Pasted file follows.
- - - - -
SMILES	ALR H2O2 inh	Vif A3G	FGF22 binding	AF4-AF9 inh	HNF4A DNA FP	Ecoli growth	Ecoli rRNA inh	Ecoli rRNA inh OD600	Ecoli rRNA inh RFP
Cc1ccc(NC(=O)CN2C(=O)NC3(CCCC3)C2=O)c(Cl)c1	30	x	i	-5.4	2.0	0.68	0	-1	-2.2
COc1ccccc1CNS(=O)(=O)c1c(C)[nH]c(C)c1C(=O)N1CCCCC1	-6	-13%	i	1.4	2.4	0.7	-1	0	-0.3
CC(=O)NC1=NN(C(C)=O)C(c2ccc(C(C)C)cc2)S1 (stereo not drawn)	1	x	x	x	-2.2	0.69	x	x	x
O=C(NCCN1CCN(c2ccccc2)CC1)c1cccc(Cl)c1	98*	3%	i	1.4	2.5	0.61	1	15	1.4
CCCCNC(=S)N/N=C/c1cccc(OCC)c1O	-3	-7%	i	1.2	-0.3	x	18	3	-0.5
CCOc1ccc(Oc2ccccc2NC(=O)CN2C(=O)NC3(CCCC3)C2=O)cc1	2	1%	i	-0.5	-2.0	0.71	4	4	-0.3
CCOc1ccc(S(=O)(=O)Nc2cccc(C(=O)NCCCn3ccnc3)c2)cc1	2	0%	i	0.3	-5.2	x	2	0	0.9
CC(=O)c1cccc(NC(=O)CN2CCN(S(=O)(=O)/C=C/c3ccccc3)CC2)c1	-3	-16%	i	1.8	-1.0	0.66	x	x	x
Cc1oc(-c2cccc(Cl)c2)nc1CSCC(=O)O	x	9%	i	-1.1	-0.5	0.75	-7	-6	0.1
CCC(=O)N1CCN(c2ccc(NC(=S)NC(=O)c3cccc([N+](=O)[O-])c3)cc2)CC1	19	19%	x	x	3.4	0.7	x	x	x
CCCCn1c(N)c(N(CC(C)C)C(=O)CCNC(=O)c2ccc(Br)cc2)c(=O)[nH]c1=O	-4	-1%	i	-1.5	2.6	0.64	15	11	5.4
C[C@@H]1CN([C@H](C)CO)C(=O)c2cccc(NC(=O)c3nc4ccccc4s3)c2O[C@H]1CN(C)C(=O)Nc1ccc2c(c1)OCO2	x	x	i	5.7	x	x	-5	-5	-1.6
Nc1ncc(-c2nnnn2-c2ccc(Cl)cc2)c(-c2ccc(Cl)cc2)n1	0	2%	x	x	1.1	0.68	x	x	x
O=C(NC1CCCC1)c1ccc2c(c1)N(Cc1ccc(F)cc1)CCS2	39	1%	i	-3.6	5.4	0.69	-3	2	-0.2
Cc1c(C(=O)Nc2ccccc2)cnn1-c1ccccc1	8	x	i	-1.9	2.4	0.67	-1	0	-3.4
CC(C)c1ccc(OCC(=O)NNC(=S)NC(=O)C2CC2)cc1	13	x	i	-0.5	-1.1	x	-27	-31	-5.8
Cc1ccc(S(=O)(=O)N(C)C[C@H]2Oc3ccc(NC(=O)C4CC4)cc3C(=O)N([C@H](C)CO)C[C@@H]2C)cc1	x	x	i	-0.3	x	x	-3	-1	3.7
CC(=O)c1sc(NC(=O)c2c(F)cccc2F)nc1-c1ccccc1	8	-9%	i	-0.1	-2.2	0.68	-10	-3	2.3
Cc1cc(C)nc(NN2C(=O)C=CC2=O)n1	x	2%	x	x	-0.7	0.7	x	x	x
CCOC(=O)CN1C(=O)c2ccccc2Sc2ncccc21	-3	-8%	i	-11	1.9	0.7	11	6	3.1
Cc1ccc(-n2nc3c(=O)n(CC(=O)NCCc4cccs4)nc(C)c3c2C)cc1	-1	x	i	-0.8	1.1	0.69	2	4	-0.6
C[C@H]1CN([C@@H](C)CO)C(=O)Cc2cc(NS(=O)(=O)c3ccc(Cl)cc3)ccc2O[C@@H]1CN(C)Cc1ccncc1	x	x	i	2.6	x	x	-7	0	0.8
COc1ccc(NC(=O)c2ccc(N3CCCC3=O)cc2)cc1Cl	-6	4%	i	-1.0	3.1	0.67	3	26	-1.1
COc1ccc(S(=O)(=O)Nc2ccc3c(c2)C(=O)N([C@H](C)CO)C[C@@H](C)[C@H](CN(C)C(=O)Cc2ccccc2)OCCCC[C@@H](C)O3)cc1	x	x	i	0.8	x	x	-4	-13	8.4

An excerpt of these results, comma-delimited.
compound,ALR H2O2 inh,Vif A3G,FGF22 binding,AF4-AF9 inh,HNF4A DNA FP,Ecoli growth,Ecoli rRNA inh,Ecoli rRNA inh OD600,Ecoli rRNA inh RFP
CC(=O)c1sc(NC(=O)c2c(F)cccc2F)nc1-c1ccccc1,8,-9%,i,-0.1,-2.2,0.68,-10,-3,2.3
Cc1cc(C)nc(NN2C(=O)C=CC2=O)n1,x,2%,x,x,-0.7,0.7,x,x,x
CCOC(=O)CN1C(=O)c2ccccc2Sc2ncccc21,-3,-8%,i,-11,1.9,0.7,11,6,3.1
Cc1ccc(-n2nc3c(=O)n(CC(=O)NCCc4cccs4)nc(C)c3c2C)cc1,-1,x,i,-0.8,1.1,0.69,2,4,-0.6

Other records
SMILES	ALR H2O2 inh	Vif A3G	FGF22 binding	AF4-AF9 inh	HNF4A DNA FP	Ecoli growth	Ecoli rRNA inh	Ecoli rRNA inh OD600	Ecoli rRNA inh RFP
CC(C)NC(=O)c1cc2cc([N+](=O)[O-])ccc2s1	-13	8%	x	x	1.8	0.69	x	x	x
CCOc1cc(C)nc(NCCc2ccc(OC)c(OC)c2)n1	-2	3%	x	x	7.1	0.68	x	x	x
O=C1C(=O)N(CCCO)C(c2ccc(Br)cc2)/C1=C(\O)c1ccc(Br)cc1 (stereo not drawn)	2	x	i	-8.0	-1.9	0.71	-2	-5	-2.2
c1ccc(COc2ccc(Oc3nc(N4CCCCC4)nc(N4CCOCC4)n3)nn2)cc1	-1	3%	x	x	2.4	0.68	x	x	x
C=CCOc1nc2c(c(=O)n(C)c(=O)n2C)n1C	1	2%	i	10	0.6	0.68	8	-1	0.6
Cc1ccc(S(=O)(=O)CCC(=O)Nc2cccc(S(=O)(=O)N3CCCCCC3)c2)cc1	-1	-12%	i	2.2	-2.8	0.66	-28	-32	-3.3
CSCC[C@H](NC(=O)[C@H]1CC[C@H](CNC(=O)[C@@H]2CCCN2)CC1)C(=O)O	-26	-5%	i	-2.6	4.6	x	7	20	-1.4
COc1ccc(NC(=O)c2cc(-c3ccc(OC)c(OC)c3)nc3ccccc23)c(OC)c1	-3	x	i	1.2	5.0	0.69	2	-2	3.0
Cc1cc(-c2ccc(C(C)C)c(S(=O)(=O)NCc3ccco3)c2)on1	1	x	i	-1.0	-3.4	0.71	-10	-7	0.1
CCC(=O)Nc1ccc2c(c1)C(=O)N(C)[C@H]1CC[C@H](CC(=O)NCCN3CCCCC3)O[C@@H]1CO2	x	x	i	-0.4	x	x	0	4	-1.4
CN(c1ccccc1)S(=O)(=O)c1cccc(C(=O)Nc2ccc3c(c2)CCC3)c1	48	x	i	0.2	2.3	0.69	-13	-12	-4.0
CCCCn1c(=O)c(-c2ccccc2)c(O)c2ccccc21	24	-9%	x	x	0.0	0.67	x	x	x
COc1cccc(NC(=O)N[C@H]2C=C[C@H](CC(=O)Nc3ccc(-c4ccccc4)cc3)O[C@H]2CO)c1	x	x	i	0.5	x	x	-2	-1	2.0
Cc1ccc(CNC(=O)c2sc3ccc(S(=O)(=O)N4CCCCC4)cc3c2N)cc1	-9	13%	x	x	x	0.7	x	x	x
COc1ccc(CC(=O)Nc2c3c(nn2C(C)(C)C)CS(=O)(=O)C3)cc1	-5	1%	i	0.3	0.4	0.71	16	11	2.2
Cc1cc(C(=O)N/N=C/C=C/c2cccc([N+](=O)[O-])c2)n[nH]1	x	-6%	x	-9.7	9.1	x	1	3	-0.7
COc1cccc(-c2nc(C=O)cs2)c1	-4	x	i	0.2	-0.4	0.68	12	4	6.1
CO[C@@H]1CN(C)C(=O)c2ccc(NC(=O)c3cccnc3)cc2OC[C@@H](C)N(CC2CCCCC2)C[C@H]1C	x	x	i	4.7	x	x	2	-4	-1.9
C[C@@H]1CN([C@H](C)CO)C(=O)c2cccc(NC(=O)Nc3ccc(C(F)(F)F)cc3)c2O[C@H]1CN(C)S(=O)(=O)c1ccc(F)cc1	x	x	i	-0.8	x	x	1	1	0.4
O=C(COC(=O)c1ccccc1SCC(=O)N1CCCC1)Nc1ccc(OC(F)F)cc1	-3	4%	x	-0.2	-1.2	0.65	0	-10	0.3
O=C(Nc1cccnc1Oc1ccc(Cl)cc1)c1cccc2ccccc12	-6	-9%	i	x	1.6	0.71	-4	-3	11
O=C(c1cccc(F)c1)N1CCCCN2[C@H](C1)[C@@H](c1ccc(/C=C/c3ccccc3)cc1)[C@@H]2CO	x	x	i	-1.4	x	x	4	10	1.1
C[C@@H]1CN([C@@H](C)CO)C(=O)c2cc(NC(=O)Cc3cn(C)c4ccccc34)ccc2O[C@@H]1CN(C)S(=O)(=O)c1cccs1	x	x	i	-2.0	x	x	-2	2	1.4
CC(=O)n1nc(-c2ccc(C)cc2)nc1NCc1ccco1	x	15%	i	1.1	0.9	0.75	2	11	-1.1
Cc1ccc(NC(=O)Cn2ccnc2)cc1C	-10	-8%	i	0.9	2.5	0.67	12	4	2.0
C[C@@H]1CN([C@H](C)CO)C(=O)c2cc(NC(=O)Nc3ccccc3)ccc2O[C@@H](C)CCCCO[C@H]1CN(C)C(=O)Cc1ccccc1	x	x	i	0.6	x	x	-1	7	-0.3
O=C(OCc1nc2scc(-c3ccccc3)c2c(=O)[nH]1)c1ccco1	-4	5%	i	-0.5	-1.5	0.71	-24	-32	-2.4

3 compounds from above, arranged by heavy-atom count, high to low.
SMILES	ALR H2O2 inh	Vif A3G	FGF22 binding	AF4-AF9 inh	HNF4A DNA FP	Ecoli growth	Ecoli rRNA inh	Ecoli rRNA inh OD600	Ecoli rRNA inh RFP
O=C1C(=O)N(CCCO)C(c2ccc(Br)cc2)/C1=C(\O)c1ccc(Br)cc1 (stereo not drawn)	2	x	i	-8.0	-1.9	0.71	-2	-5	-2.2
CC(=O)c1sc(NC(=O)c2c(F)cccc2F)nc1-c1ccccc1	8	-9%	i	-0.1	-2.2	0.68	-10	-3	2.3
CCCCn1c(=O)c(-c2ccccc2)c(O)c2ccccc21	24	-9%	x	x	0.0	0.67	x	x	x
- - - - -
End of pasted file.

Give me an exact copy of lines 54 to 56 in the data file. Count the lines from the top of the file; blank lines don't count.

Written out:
O=C(Nc1cccnc1Oc1ccc(Cl)cc1)c1cccc2ccccc12	-6	-9%	i	x	1.6	0.71	-4	-3	11
O=C(c1cccc(F)c1)N1CCCCN2[C@H](C1)[C@@H](c1ccc(/C=C/c3ccccc3)cc1)[C@@H]2CO	x	x	i	-1.4	x	x	4	10	1.1
C[C@@H]1CN([C@@H](C)CO)C(=O)c2cc(NC(=O)Cc3cn(C)c4ccccc34)ccc2O[C@@H]1CN(C)S(=O)(=O)c1cccs1	x	x	i	-2.0	x	x	-2	2	1.4